WHEN YOU NEED WORMS…

I always thought that setting up a ‘worm farm’ would be a simple exercise here in Kuching. Not only having a highly beneficial composting system with worms that would eat all most of the kitchen scraps turning them into a rich soil conditioner, it would also save me some sweat the effort in burying, not forgetting ‘saving’ and ‘recycling’ the overripe or squirrel damaged fruits on the farm?

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The search to establish the worm farm started a few weeks ago and you would have never guessed how difficult it is to even source for someone locally who had some worms, worms with cool names too like African Night Crawler,Tiger Worms and Red Wrigglers. But the cost of the worms? Every answer for a price (all from the mainland, West Malaysia) came back with a shortness of breath pricing ranging from RM160 kilo to RM450 per kilo with minimum orders up to 500 kg? What am i going to do with that much? No wonder even home composting systems are not available here. I am absolutely dumbfounded BUT from the looks of it there is tremendous market potential.

TRYING OUT PADDOCK D

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A few months ago we started work on Paddock D. Today we tested it out with the latest batch of Jamnapari Doe’s from last June’s drop. Just to test out any weakness in the fencing. It looks very good so far.

THE MANLY GOAT

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Breeding idiosyncrasies can work both ways. I have a buck whom I discovered to be shy fellow. Early during my last breeding season I had placed him for the first time with some does which were on heat. Over the next 2 days I observed him waiting for him to get to work, you know do the natural thing. Nothing happen! He was more interested in what was being served for breakfast, lunch and dinner. Thinking that he was not sure of himself being in a new environment I moved him back to his pen and placed a doe on heat with him after he settled down for a day. Again nothing happen.

Next I had his semen examined just to make sure he was fertile and not shooting blanks. The result confirmed the fact that he was in excellent health and fully fertile, in theory he was ready. Now I had to figure out what was going on in his head that was interfering with his breeding abilities. I was worried i just might have a gay Goat.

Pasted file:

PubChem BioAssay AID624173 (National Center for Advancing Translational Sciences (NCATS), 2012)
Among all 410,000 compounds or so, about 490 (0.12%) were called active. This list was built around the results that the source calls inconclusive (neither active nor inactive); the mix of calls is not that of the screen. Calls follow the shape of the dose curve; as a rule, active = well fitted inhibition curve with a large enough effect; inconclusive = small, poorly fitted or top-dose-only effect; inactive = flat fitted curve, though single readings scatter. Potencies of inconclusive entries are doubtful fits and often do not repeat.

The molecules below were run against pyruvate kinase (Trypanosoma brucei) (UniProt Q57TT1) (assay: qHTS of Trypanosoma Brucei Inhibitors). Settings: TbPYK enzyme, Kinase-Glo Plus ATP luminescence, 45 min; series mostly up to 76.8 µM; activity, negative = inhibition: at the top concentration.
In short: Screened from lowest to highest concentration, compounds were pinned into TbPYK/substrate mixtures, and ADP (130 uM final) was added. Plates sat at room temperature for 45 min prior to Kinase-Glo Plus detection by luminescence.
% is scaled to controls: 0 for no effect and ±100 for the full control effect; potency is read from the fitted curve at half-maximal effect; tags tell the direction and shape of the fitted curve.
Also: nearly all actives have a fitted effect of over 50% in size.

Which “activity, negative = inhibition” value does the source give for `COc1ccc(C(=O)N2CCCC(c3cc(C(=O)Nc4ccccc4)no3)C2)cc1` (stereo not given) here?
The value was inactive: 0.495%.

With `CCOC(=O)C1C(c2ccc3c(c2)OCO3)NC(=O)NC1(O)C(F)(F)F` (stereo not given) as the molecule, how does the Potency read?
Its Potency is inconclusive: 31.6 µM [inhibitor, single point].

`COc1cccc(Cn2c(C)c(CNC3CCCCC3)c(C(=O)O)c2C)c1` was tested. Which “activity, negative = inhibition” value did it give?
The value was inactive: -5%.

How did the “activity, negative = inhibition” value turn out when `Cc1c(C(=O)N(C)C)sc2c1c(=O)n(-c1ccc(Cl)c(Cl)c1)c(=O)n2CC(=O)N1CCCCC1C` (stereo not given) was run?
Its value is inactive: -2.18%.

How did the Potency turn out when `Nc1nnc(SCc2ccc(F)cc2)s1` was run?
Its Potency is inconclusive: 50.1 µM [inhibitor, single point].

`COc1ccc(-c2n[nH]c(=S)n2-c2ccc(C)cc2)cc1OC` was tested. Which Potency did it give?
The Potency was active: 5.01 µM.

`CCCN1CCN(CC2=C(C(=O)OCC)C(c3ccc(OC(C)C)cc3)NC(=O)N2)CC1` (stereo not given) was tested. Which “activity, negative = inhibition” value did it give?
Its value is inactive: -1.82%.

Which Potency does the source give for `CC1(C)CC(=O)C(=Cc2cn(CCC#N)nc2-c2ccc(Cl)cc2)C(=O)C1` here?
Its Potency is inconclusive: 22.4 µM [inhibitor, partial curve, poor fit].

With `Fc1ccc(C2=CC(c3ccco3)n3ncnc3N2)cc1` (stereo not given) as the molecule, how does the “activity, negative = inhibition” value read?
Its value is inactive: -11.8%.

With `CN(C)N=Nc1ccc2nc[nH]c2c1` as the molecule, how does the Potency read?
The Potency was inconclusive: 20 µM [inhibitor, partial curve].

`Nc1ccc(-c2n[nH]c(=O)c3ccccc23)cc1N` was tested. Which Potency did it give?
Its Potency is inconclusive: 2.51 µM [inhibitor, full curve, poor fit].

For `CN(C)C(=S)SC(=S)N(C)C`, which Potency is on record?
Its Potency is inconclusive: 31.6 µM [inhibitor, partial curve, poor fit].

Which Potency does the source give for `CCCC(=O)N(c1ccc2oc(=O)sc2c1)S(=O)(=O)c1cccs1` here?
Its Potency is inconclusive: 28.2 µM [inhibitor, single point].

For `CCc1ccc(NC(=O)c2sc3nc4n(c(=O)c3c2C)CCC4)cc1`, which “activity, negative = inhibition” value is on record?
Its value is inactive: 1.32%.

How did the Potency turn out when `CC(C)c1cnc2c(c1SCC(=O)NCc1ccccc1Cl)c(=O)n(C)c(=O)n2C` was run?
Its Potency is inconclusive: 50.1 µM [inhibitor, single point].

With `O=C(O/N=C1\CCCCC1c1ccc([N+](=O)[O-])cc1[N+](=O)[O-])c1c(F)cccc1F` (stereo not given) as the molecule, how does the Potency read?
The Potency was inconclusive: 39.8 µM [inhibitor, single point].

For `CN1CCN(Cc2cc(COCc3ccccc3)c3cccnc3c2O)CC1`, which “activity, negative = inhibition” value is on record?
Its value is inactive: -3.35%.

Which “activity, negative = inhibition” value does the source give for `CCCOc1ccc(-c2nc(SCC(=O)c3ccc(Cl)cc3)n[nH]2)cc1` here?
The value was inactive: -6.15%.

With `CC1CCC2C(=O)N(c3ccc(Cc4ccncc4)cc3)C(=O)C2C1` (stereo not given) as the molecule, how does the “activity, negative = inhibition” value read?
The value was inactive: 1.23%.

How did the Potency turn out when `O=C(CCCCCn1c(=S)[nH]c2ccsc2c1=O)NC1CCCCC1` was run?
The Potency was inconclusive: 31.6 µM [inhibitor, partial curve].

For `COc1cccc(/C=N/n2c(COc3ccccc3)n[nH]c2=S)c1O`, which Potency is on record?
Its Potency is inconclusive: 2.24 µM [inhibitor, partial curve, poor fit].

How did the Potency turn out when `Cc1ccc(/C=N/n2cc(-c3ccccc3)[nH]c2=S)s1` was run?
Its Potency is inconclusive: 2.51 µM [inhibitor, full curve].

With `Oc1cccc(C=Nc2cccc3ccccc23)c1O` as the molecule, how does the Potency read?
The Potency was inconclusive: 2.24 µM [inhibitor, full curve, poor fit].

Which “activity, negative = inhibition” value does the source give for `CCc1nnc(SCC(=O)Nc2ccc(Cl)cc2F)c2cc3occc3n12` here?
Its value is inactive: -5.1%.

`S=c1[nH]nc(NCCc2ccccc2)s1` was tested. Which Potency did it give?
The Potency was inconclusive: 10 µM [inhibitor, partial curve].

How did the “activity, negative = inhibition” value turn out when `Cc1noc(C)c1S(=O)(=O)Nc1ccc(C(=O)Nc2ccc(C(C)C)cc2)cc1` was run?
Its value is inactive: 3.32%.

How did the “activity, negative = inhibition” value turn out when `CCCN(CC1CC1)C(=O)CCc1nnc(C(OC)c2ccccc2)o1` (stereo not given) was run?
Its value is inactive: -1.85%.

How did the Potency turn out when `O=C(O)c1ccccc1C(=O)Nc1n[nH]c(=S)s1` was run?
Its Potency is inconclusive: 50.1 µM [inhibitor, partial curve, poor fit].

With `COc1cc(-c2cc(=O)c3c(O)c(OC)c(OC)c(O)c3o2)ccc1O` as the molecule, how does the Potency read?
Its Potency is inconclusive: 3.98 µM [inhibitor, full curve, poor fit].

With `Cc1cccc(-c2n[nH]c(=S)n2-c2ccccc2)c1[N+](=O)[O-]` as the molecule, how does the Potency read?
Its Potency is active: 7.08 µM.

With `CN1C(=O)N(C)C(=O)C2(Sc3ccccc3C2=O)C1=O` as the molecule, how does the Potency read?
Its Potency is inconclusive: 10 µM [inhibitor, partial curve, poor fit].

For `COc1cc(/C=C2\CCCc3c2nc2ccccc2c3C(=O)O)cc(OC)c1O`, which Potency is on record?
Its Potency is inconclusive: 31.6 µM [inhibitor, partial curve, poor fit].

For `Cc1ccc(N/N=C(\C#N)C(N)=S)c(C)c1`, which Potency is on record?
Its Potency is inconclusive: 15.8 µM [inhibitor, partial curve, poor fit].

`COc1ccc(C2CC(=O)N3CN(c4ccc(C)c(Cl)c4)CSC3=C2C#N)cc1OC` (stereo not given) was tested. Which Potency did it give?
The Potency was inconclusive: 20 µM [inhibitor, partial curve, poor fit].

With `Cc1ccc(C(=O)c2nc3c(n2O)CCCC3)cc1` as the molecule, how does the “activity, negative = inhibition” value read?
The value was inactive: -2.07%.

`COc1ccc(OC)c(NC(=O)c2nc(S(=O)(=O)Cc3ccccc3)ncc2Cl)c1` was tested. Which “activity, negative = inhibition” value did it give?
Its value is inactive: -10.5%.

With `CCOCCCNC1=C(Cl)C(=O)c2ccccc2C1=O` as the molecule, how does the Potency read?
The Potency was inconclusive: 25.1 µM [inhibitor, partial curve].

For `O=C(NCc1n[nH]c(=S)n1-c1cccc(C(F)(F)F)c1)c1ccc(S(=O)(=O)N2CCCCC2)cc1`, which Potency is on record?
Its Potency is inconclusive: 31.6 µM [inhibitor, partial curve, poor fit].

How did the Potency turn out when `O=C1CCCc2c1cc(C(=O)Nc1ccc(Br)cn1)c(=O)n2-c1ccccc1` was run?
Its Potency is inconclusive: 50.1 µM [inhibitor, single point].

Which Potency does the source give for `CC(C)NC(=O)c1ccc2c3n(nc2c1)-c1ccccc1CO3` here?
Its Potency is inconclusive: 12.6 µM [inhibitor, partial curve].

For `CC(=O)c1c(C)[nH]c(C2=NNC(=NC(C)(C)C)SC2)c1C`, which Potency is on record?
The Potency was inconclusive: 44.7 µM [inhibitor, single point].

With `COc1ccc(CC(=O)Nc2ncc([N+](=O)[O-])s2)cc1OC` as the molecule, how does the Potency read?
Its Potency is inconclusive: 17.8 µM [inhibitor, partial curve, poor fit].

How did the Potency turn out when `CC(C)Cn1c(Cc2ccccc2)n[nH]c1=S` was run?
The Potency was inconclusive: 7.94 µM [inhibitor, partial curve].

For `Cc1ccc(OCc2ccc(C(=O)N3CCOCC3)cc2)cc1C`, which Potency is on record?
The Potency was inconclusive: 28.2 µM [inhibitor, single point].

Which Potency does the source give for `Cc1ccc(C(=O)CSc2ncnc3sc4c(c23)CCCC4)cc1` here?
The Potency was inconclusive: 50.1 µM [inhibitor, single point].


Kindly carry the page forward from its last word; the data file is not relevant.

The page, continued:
On the next occasion I choose another doe on heat and place her with him in his pen. I sat down and settled down to find out what was problem. After watching the proceedings with this rather amorous doe, I came to one conclusion in the first hour. He was just too scared of the doe. Why? The answer is simple.

Being a buck which was selected from a very young age to be groomed and developed as a stud, the only friends he had was us, us as in humans. Staying alone in his pen with only us to fuss and take care of him he got so used to recognising us as his friends, as a part of his herd. That plus him being a virgin untested with no exposure to mating does it was no wonder when he felt intimidated by does who suddenly wanted to become up close and personal.

The next time I had a doe on heat I brought him out of his pen. I next held on to the doe while he walked around, initially ignoring her, and got used to her. In twenty minutes he, after much lip curling and sniffing, suddenly he got randy figured out what was his mission all about. I did this repeatedly several times with him, every time holding on to the doe and letting him be the boss and do the bossing. I am happy to report that he is just raring to go whenever needed and every time his mission accomplished.